Smart tag – Single Binding


I’d like to continue describing how to create a smart tag. Previously I wrote what is smart tag and how to create it. In this post I’d like to tell how to create binding for the single field.

I assume that you have already created a custom user control, apply designer attribute and ready for to go ahead. As in the previous post I strongly advise to use ReSharper.

I’m going to show you how to create a similar functionality for your control’s smart tag as at Property view

Implementing this you can save a lot of time that was spent on browsing Property view in order to setup appearance and behavior.

Is there standard way?

I didn’t find any “easy” and short standard way how to make it. Sad, but true. Using Google I found only four questions without answers or answer was related to the Web development. I was frustrated for some time, but don’t give up! If somebody creates something, another man can repeat it. Followed by this logic statement I’ve remember that Microsoft publish source codes for .Net classes and few minutes later I found where to get it and start the investigation.

In order to my knowledge of control’s development, I was looking for the ComboBox declaration and what designer was used for binding field. Unfortunately there wasn’t a common designer, but it’s not a problem.   The following code was placed:

Editor("System.Windows.Forms.Design.DesignBindingEditor, System.Design", typeof (UITypeEditor))]

You can check out the search results for DesignBindingEditor in msdn by searching in knowledge base or by code base. Result is EMPTY!

Okay, editor and type convertor must be standard anyway and somehow should be founded. But it’s not the only thing that you should do. It will be too much easy! ))


It’s our way to understand how things works (without documentation). Copy-paste and slightly change parameters to see how it affects on the result.

As you know in designer class properties are for displayed fields and all code placed in “get”/“set”. There a lot of stuff, scared a little bit. =)

public object BoundSelectedValue {
    get {
        System.Windows.Forms.Binding b = GetSelectedValueBinding();
        string dataMember;
        object dataSource;
        if (b == null) {
            dataMember = null;
            dataSource = null;
        } else {
            dataMember = b.BindingMemberInfo.BindingMember;
            dataSource = b.DataSource;
        string typeName = string.Format(System.Globalization.CultureInfo.InvariantCulture,  "System.Windows.Forms.Design.DesignBinding, {0}", typeof(ControlDesigner).Assembly.FullName);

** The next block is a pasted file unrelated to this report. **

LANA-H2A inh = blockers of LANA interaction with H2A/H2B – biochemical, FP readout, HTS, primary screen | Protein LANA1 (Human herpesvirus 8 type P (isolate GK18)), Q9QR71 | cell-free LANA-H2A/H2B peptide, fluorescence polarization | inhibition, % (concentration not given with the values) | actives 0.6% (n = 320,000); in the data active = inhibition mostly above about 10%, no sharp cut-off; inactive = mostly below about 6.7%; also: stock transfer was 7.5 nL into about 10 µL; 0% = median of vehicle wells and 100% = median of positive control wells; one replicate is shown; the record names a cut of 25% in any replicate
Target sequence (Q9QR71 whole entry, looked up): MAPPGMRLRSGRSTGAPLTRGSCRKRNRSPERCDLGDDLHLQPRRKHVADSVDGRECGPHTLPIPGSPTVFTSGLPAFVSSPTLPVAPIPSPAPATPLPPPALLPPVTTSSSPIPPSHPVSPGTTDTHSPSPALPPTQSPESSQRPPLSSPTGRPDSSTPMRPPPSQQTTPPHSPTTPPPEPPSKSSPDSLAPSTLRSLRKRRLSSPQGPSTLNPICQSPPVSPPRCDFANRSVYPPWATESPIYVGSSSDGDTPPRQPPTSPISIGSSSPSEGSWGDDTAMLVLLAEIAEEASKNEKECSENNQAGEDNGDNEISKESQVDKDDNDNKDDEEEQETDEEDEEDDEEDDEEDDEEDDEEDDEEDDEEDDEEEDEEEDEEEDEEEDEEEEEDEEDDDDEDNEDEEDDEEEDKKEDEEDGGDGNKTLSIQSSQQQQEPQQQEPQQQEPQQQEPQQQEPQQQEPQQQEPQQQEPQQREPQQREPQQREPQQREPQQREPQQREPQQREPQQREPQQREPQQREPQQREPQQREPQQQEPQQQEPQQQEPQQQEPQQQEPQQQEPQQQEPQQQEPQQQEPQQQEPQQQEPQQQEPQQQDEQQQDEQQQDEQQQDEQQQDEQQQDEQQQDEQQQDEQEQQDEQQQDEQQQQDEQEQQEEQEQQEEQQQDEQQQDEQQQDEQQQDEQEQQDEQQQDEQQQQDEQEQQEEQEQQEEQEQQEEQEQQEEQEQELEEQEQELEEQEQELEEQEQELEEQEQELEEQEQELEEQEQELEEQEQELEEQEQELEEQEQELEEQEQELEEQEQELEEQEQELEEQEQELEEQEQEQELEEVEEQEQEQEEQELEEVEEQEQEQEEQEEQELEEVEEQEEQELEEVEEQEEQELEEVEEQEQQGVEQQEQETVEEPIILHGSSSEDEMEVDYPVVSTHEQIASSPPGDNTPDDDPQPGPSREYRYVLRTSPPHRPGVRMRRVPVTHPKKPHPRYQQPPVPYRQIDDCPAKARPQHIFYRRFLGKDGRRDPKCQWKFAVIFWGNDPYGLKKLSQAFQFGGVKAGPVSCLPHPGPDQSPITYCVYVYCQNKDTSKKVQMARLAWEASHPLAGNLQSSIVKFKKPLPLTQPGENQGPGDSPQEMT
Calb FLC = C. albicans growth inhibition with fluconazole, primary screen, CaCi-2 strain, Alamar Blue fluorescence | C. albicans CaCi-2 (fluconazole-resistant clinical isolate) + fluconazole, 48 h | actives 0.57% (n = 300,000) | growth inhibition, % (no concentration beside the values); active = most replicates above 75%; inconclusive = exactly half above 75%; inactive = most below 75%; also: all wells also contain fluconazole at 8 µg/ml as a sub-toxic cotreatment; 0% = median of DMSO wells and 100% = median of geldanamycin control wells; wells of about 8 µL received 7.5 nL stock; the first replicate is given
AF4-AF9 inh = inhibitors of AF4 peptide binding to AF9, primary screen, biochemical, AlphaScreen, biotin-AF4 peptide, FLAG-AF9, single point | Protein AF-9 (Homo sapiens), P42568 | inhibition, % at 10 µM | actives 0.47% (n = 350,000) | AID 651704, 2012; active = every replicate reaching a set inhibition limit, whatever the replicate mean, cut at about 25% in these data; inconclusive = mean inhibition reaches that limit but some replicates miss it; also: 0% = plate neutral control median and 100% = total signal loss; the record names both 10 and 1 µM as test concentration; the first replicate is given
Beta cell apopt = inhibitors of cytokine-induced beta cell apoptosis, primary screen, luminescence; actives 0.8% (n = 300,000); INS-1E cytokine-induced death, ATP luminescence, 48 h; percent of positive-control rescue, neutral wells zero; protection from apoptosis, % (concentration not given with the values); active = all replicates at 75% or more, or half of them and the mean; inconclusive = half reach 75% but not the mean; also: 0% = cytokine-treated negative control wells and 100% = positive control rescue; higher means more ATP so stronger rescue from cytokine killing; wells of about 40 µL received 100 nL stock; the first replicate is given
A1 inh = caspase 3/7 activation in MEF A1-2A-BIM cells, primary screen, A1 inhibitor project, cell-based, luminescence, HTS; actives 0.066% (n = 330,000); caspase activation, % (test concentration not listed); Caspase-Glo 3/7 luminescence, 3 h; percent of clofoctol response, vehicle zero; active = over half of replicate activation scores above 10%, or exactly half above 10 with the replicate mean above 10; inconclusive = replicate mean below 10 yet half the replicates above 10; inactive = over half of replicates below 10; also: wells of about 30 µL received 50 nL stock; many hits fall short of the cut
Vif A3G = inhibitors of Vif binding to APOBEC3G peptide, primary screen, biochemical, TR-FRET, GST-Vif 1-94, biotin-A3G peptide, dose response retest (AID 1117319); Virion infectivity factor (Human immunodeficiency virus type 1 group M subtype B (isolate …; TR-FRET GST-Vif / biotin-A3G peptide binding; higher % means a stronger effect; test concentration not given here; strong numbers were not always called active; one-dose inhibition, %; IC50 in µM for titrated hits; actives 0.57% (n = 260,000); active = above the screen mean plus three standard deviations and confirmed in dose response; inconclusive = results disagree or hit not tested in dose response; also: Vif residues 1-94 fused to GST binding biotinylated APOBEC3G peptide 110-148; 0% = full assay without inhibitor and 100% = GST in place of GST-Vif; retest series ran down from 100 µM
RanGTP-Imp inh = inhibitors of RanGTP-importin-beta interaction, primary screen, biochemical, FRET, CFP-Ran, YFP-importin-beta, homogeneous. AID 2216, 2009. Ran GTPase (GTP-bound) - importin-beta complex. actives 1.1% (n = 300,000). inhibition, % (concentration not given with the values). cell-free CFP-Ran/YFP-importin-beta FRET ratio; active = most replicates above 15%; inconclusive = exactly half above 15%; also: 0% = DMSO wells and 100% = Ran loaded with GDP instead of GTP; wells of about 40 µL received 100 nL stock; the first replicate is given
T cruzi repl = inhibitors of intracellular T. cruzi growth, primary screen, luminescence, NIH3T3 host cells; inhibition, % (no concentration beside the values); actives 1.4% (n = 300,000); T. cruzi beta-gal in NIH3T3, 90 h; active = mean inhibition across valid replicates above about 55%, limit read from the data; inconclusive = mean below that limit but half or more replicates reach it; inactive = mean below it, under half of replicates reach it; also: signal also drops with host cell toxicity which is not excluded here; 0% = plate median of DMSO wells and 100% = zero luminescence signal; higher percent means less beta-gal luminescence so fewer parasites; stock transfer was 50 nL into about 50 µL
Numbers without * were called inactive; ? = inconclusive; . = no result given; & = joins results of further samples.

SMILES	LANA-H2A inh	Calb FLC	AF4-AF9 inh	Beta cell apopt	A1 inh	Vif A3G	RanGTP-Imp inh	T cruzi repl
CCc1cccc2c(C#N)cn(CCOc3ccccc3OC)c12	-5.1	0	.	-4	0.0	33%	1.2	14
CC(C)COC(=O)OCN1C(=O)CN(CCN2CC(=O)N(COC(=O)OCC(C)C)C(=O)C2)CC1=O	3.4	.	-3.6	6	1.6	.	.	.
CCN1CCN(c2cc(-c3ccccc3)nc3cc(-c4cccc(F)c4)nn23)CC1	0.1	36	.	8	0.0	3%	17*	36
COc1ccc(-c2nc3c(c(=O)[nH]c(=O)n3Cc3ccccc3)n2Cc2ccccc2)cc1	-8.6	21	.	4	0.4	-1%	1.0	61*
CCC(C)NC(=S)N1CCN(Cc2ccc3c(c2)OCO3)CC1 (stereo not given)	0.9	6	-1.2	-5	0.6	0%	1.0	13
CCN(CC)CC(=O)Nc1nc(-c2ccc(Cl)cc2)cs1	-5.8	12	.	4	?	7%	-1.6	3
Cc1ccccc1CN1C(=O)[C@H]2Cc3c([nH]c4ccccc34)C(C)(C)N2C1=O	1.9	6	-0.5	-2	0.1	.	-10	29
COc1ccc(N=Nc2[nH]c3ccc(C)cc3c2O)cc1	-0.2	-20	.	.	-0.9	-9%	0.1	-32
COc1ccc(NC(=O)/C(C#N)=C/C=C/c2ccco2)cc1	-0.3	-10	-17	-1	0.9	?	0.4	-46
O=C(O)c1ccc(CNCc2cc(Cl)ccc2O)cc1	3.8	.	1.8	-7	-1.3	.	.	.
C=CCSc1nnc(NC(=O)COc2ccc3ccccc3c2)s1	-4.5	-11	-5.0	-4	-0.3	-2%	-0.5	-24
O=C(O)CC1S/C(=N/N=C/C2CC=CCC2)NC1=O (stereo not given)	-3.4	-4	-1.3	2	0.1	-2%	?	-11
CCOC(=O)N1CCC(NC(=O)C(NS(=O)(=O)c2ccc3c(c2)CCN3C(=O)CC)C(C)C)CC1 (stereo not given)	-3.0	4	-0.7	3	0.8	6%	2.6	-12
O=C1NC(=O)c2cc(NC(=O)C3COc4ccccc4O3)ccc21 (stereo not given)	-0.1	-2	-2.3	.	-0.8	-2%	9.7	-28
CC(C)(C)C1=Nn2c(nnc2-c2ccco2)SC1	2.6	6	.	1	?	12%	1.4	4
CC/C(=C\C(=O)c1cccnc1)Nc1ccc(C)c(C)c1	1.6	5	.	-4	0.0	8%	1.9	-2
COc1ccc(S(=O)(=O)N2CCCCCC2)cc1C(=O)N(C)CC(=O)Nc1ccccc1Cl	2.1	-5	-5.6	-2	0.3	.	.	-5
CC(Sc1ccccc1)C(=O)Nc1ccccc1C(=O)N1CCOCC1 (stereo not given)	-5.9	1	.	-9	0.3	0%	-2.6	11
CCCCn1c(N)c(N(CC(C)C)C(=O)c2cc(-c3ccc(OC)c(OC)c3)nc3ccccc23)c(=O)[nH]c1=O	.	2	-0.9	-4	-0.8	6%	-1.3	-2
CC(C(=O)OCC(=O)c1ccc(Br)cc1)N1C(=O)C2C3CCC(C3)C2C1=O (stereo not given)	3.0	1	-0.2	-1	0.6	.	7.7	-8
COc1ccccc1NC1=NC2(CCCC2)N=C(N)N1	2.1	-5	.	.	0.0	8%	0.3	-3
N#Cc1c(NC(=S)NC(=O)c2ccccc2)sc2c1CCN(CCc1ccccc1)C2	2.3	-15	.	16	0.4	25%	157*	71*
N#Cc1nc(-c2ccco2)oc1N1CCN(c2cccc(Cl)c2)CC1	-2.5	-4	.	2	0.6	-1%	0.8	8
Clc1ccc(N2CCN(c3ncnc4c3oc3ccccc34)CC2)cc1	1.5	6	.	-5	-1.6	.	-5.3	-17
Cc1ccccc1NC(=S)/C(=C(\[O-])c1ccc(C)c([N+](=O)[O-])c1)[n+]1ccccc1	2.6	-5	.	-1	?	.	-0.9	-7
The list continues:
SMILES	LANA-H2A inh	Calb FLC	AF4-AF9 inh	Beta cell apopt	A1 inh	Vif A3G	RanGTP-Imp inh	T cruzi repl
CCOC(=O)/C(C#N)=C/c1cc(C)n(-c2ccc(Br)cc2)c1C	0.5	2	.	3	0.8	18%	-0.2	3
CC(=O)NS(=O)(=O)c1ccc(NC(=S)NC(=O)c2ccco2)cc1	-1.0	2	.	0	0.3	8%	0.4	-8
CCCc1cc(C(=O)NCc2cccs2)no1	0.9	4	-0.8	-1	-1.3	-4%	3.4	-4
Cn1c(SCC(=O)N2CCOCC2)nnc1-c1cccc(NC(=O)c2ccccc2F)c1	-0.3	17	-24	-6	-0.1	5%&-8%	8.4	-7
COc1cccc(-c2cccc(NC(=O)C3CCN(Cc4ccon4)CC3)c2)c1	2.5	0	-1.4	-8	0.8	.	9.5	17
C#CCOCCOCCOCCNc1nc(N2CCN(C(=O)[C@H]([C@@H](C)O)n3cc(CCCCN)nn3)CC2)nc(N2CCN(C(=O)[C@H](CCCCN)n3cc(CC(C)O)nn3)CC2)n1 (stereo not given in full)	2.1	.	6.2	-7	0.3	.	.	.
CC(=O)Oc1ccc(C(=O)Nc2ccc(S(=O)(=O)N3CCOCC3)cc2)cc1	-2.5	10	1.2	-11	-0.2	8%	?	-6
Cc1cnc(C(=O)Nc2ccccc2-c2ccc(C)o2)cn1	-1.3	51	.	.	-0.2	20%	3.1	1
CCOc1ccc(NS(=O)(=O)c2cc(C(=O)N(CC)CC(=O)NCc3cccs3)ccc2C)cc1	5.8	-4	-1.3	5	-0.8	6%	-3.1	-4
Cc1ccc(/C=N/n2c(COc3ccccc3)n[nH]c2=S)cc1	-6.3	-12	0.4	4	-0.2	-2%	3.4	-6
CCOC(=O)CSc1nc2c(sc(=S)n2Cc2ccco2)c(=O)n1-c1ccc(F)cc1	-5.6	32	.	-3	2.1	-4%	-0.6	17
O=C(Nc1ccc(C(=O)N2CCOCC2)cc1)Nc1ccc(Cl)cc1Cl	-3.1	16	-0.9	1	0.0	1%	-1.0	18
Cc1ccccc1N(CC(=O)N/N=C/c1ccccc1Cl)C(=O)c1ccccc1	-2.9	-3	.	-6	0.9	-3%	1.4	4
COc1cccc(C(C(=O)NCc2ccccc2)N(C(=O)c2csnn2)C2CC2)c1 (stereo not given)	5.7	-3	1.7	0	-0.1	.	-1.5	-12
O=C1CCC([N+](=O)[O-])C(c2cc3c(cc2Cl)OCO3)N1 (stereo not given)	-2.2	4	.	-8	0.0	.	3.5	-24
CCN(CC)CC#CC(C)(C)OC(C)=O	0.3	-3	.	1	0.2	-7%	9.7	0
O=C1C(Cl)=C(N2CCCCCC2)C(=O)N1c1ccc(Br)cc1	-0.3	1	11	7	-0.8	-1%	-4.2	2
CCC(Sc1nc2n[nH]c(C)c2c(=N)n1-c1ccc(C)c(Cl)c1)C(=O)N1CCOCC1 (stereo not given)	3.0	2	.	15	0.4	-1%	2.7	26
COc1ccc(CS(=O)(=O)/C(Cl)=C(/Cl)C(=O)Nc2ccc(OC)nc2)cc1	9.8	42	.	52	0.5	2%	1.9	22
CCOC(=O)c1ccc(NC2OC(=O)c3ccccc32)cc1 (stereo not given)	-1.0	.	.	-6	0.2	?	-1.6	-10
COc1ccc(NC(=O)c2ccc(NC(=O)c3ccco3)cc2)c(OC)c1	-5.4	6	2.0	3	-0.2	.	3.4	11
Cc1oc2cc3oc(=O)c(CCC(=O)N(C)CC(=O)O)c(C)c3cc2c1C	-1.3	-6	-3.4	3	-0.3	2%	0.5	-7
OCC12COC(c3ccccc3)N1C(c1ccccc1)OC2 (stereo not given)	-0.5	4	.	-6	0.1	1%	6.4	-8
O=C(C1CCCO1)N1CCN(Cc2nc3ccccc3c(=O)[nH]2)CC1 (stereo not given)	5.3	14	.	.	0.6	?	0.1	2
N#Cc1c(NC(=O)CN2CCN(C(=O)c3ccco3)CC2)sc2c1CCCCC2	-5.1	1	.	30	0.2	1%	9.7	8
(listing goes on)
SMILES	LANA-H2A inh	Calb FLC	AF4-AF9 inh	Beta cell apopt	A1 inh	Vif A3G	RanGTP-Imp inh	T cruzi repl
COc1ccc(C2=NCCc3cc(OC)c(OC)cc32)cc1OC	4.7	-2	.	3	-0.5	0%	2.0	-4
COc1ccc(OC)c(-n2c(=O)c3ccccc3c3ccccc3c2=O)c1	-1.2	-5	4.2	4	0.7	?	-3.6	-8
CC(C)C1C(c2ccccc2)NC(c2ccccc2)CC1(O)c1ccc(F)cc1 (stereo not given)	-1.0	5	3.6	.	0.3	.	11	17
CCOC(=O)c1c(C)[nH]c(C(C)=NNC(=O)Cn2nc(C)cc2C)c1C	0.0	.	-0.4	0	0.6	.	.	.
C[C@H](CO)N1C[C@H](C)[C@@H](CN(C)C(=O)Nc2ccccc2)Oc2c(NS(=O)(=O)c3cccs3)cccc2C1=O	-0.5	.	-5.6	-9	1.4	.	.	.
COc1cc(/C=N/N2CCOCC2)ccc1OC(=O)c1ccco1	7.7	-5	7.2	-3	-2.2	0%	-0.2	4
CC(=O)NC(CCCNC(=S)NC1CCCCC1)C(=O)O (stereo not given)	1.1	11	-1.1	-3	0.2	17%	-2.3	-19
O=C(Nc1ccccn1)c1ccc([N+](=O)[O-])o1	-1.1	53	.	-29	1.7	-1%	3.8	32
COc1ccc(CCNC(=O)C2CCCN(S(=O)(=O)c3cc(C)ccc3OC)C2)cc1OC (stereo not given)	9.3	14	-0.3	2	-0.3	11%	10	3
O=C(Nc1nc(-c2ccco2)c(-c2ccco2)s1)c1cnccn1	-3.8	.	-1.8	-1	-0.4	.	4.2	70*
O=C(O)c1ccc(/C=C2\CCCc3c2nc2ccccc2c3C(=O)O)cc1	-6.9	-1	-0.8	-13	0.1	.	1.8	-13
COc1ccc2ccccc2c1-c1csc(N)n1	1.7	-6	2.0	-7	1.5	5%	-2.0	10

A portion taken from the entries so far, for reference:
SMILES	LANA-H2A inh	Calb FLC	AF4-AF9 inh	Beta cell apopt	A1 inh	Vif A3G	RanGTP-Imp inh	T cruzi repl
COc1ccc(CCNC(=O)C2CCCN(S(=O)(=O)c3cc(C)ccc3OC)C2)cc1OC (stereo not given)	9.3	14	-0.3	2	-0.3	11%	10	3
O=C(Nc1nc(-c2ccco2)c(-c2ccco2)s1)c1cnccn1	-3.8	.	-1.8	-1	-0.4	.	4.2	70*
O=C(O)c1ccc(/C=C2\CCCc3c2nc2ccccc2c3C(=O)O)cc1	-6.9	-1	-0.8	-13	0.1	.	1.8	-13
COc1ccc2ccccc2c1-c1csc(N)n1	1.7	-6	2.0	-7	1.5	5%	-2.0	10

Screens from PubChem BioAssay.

_boundSelectedValue = TypeDescriptor.CreateInstance(null, Type.GetType(typeName), new Type[] { typeof(object), typeof(string) }, new object[] { dataSource, dataMember });
        return _boundSelectedValue;
set {
    if (value is String) {
        PropertyDescriptor pd = TypeDescriptor.GetProperties(this)["BoundSelectedValue"];
        TypeConverter tc = pd.Converter;
        _boundSelectedValue = tc.ConvertFrom(new EditorServiceContext(_owner), System.Globalization.CultureInfo.InvariantCulture, value);
    } else {
       _boundSelectedValue = value;
       if (value != null) {
           object dataSource = TypeDescriptor.GetProperties(_boundSelectedValue)["DataSource"].GetValue(_boundSelectedValue);
           string dataMember = (string)TypeDescriptor.GetProperties(_boundSelectedValue)["DataMember"].GetValue(_boundSelectedValue);
SetSelectedValueBinding(dataSource, dataMember);


Let’s take a close looking at “get”. At the line 3 getting all controls from components and searching binding with necessary name – for ComboBox it is SelectedValue. If nothing found it means that binding wasn’t set evere before. Otherwise dataMember and dataSource gets for creating string representation for user by DesighnBindingConverter.

During experiments “get” was the easy part. More problem appears with set. If you havealready set binding on some field, it is presents as a string value and have to be parsed. For this action is the first part of “if” statement. And here, I suppose, we get the answer why this binding method wasn’t publishied. In the row 21 creating EditorServiceContext that is internal class in .Net sources. I have had to find it and recreate it for my needs. I just copy-paste entire class without any changes into my solution. The last statement with SetSelectedValueBinding was also copied without changes.


I did refactoring for all this code to get more short and easy to use code. For example like this

Editor("System.Windows.Forms.Design.DesignBindingEditor, System.Design", typeof (UITypeEditor))]
public object DefBindProperty {
    get { return GetBind("DefBind"); }
    set { SetBind("DefBind", value, "DefBindProperty"); }

GetBind and SetBind declared in the class ControlActionListBase. In this case our ActionList class should be inherited from ControlActionListBase, and ControlActionListBase from DesignerActionList.

public class MyControlActionList : ControlActionListBase { … }

public class ControlActionListBase : DesignerActionList { … }

Making this you can leave in custom action lists only necessary properties, methods and overridden GetSortedActionItems method. All infrastructure code will be in base class. Wrote and forgot. =) When you bind something with this code you’ll find in final control designer auto generated code like this:

this.myControl1.DataBindings.Add(new System.Windows.Forms.Binding("DefBind", this.bindingSource, "StringField", true));

You can find final result in source code.

For now we can create new and extend exists controls with binding to single properties. I hope it will save to you a lot of time during developing.

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